The Rev. Lucious W. Smith of the Friendship Baptist Church in Pasadena gave the greeting, standing on the same stage where Jackson had been rehearsing for a comeback concert before his death on June 25 at age 50. Then Mariah Carey sang the opening performance with a sweet rendition of the Jackson 5 ballad “I’ll Be There,” a duet with Trey Lorenz.
Queen Latifah read a special poem composed by Maya Angelou. Lionel Richie sang gospel, “Jesus Is Love.” Berry Gordy remembered the prodigy of young Michael, drawing a standing ovation when he said the title King of Pop would no longer suffice: “He is simply the greatest entertainer who ever lived.”
Emotions peaked when the Rev. Al Sharpton delivered a fiery eulogy highlighting all the barriers Jackson broke and the troubles he faced. “Every time he got knocked down, he got back up,” Sharpton said, and the applauding crowd again jumped to its feet.
Sharpton rode the moment, building to a crescendo. “There wasn’t nothing strange about your daddy,” he said later, addressing Jackson’s three children in the front row. “It was strange what your daddy had to deal with!”
Jubilation erupted, with the longest standing ovation of the day. It seemed as if Sharpton broke through some sort of wall, freeing shouts from the crowd of “We love you Michael!” After he left the stage, chants of “Mi-chael! Mi-chael!” filled the arena.
The parade of famous names continued: Jennifer Hudson, Stevie Wonder, Usher, Martin Luther King III and his sister Bernice, U.S. Rep. Sheila Jackson Lee and Kobe Bryant.
For a performer who smashed the race barrier on MTV and did as much as anyone to make black music mainstream — not to mention was accused of trying to turn himself white through skin treatments and plastic surgery — the ceremony had a remarkably black cast. John Mayer and Brooke Sheields were the only white celebs with major roles.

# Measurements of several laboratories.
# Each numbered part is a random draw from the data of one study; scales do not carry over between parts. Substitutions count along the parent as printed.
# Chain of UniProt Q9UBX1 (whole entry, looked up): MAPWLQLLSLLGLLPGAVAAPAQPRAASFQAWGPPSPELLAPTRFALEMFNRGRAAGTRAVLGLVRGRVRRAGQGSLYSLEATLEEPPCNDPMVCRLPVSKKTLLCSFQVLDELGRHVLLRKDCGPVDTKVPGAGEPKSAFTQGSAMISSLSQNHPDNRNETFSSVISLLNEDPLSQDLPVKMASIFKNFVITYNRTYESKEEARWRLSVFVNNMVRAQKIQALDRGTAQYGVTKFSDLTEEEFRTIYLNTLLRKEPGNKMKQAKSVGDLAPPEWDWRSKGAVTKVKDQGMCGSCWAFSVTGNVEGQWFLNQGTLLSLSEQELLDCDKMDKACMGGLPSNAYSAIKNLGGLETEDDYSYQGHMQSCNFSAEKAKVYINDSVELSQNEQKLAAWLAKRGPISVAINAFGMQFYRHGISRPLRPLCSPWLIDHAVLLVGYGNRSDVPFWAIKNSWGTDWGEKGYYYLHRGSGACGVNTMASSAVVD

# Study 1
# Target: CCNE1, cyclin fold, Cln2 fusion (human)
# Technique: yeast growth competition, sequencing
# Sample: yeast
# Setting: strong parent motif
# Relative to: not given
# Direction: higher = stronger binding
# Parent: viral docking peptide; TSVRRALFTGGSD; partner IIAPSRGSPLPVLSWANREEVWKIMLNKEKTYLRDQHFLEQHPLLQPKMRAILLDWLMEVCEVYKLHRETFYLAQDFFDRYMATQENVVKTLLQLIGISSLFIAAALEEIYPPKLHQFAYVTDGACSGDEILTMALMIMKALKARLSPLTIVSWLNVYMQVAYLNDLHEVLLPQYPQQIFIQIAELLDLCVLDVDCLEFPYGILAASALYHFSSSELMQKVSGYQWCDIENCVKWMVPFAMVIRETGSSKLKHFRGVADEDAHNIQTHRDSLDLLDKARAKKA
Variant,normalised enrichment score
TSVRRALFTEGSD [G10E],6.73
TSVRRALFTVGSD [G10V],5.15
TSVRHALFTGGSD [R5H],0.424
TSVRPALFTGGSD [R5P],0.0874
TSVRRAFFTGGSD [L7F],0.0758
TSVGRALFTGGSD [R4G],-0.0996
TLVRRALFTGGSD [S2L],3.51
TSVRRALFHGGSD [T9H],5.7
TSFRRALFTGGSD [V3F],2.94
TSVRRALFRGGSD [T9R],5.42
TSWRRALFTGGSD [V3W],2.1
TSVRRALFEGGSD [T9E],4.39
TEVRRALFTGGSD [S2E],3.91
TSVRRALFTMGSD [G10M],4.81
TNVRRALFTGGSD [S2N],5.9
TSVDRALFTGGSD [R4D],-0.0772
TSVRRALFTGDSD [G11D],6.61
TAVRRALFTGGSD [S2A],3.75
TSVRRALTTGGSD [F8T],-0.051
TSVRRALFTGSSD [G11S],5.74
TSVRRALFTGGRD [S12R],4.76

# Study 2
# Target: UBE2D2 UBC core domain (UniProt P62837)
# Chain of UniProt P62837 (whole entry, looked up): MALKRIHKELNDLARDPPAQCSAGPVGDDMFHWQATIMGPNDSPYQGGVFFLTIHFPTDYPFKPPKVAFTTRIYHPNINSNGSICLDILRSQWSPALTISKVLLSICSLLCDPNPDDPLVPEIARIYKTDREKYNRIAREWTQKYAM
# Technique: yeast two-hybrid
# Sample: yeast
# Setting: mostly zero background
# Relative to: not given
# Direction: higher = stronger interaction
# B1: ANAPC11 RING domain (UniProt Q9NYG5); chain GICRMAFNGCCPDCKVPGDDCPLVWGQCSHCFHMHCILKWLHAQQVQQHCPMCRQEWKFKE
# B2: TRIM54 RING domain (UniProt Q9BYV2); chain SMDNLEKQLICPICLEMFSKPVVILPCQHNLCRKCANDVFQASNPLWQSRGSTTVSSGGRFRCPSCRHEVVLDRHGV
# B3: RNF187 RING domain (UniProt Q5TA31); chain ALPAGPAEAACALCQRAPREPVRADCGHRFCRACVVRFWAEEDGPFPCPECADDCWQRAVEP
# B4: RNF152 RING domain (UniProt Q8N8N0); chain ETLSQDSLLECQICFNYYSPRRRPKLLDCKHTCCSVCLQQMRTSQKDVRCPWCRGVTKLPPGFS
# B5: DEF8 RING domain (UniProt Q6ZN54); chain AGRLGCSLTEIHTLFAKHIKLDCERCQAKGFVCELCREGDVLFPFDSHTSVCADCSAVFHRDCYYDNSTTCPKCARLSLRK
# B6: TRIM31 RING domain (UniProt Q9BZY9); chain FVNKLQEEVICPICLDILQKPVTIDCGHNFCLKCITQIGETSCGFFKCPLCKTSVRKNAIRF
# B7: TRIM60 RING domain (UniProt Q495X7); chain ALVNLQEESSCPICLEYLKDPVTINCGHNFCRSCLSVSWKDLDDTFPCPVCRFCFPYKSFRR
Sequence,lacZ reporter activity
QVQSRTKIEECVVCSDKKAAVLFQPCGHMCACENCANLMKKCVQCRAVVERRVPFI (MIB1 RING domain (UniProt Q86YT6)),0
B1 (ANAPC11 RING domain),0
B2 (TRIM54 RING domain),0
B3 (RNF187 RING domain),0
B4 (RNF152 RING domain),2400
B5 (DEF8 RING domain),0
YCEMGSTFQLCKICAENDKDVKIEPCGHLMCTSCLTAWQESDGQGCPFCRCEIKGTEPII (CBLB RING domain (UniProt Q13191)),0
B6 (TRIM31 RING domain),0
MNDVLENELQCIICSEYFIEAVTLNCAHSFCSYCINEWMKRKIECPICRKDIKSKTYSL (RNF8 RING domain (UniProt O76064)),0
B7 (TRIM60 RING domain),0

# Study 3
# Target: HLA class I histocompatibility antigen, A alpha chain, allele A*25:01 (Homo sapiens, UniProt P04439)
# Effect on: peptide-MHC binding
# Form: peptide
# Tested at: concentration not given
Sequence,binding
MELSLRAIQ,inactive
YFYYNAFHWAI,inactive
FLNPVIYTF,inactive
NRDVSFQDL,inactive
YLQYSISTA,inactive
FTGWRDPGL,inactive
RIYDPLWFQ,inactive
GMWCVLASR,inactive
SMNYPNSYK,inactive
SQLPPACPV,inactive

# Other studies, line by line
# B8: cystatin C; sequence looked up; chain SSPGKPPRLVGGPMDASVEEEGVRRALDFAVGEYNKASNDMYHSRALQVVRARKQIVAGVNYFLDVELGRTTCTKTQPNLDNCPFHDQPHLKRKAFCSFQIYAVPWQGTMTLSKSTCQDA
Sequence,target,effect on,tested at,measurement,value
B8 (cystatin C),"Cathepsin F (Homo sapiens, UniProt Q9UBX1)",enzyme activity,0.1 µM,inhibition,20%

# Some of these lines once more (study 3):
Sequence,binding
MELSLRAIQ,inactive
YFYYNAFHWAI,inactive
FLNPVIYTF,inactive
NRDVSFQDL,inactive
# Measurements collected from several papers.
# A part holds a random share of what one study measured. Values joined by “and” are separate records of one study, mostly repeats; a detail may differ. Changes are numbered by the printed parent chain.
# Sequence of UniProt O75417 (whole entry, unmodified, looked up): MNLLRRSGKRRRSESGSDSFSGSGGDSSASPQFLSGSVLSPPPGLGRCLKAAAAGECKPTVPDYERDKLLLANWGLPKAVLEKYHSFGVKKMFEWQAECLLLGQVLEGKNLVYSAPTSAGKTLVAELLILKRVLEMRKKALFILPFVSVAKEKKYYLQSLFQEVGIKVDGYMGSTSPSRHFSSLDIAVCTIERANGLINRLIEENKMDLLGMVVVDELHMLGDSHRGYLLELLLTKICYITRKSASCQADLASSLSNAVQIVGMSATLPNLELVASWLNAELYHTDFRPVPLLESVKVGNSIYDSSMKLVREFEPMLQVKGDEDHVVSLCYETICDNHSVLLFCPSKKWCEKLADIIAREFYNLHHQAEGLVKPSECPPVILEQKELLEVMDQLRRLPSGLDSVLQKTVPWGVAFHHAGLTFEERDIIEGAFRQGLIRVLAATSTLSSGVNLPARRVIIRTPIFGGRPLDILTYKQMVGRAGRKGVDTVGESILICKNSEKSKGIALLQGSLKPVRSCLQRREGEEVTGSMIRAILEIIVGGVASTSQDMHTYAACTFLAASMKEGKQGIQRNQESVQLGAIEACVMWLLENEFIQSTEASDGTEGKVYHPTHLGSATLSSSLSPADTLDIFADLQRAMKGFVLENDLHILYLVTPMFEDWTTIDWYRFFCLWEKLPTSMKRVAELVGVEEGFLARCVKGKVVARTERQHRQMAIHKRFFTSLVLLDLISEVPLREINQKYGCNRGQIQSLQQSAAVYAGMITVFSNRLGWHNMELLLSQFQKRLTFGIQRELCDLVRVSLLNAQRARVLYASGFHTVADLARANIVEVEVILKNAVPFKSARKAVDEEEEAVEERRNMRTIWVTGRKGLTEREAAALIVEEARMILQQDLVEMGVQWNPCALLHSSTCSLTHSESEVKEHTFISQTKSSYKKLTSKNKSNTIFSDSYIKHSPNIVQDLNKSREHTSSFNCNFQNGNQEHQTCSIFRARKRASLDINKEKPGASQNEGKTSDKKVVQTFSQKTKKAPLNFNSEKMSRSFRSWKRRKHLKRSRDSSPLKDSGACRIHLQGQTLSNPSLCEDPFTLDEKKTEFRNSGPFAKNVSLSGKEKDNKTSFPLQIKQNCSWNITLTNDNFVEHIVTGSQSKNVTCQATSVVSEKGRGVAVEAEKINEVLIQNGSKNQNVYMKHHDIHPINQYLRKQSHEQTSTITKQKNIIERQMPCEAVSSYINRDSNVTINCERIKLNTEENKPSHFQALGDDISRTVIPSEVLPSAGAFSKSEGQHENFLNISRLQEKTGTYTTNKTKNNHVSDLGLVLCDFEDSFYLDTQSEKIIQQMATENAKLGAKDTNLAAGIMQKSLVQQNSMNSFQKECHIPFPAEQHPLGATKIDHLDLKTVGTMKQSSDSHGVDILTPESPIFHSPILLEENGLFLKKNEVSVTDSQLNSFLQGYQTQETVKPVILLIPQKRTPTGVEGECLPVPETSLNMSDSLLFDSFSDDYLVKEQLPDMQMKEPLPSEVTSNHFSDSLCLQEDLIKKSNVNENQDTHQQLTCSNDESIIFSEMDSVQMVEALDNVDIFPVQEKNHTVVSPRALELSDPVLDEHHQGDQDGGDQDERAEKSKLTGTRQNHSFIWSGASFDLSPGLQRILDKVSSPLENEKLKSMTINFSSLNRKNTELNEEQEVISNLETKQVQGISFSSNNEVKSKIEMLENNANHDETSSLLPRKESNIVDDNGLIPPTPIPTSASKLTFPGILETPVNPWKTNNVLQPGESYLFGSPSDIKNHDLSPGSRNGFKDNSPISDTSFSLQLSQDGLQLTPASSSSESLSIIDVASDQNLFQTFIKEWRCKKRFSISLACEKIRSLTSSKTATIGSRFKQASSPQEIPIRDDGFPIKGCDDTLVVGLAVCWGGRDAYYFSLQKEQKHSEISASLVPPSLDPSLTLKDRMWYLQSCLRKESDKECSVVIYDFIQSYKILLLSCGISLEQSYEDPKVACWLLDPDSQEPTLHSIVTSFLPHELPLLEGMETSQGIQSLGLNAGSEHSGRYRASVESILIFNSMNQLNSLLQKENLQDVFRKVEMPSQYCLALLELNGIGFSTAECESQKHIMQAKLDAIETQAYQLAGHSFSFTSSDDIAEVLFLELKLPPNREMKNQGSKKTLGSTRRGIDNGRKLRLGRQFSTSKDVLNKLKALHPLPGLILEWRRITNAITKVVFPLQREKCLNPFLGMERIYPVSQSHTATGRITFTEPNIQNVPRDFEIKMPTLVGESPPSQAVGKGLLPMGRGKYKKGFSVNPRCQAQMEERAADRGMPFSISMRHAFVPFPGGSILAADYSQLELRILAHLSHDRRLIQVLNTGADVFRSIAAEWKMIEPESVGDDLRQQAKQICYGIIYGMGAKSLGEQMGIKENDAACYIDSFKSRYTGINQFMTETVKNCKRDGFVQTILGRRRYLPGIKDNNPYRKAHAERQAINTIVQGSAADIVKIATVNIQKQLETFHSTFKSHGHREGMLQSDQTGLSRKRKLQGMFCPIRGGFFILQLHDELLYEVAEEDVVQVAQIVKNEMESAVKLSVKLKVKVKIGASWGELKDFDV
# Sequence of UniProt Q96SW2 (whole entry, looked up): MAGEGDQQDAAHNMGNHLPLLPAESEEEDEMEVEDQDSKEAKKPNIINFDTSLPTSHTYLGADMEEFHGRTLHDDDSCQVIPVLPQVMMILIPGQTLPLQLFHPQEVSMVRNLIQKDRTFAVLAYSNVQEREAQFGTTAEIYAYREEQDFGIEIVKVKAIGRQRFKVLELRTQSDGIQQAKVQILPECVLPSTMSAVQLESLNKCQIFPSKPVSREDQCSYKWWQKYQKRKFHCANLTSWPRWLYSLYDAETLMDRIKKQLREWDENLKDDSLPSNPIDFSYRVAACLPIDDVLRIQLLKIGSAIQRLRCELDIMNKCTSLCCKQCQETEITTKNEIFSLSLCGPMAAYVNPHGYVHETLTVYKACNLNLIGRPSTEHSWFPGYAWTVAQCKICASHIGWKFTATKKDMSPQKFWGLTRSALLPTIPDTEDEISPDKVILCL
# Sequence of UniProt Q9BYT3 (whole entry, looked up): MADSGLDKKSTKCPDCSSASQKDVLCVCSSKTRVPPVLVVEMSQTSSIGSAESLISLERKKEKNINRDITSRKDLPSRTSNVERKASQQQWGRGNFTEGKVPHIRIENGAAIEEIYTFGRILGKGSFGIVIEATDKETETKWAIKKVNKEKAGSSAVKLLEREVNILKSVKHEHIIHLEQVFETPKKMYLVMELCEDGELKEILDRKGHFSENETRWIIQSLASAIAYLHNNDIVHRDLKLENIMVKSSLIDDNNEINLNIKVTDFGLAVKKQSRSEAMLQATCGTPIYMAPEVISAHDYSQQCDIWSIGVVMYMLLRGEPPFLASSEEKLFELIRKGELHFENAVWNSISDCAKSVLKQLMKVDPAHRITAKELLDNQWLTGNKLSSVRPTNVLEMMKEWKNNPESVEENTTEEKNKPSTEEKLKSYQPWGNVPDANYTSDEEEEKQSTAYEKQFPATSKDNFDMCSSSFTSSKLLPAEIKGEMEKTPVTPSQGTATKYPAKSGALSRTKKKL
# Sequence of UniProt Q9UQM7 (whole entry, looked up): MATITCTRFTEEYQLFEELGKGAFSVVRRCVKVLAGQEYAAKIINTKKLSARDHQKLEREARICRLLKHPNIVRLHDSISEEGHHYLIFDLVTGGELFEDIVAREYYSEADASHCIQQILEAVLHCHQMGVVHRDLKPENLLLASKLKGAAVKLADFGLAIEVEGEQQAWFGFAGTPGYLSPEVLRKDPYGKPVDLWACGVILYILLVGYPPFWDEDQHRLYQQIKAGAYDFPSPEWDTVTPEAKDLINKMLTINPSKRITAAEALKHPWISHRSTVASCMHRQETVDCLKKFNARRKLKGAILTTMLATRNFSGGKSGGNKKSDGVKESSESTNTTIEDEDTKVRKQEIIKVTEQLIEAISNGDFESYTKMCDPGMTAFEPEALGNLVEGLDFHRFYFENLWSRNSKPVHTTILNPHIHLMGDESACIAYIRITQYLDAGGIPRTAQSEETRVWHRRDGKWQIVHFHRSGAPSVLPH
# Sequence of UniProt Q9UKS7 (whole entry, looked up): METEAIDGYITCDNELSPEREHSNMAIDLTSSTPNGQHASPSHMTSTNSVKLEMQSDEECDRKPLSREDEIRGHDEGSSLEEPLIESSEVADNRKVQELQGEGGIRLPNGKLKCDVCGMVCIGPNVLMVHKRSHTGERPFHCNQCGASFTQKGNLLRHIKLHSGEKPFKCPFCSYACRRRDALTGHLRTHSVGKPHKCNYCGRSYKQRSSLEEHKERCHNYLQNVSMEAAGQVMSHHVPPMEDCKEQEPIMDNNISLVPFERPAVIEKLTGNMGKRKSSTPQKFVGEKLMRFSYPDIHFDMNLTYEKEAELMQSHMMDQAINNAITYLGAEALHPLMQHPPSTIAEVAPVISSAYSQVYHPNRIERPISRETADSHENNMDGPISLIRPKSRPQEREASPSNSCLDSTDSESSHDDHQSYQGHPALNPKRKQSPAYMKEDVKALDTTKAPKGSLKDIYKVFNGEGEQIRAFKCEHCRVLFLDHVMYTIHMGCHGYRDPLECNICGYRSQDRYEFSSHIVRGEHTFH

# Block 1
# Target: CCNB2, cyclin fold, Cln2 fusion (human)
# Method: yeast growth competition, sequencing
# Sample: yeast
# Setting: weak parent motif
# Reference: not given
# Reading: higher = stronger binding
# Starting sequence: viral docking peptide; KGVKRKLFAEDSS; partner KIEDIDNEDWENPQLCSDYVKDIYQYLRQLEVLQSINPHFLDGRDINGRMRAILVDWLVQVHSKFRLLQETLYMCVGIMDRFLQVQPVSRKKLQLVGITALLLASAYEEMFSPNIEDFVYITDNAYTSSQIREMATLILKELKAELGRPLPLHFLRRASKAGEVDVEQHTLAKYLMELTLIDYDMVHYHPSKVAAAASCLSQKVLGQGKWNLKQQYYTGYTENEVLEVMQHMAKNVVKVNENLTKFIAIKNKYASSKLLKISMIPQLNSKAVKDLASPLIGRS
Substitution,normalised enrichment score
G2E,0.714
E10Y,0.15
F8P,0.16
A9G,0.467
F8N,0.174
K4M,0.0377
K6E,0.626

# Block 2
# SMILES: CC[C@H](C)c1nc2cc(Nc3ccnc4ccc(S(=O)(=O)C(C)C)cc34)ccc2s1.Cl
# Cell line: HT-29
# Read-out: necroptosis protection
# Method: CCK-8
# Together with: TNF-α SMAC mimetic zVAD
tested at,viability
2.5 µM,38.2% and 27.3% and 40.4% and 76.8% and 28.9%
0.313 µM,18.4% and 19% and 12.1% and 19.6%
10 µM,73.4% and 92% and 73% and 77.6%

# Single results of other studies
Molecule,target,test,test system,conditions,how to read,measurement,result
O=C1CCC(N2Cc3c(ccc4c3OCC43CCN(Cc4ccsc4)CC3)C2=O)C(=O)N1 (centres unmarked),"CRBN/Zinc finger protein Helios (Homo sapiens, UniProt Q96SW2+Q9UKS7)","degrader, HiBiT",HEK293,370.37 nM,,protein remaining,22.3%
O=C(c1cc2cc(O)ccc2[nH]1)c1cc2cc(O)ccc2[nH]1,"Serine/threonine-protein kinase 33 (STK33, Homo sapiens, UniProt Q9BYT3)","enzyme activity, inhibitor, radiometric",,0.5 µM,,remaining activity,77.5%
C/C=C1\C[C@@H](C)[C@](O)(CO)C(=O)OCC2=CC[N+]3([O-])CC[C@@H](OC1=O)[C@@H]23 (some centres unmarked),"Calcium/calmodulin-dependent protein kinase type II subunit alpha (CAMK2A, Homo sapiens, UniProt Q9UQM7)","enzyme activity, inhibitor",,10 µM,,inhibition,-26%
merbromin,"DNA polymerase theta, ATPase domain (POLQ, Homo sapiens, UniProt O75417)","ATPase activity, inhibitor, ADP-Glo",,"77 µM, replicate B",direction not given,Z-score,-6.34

Another unexpected aspect was the logistics. The mayhem and traffic snarls that had been feared by city officials never materialized. The thousands of ticketholders began filing in early and encountered few problems, and traffic was actually considered by police to be lighter than normal. An estimate of up to 700,000 gawkers turned out to be about 1,000.
The city of Los Angeles set up a Web site to allow fans to contribute money to help the city pay for the memorial, which was estimated to cost $1.5 million to $4 million.
It was not clear what will happen to Jackson’s body. The Forest Lawn Memorial Park Hollywood Hills cemetery, where a private service was held, is the final resting place for such stars as Bette Davis, Andy Gibb, Freddie Prinze, Liberace and recently deceased David Carradine and Ed McMahon.
But Jackson’s brother Jermaine has expressed a desire to have him buried someday at Neverland, his estate in Southern California.
The ceremony ended with Jackson’s family on stage, amid a choir, singing “Heal the World.”
“All around us are people of different cultures, different religions, different nationalities,” Rev. Smith said as he closed the service. “And yet the music of Michael Jackson brings us together.”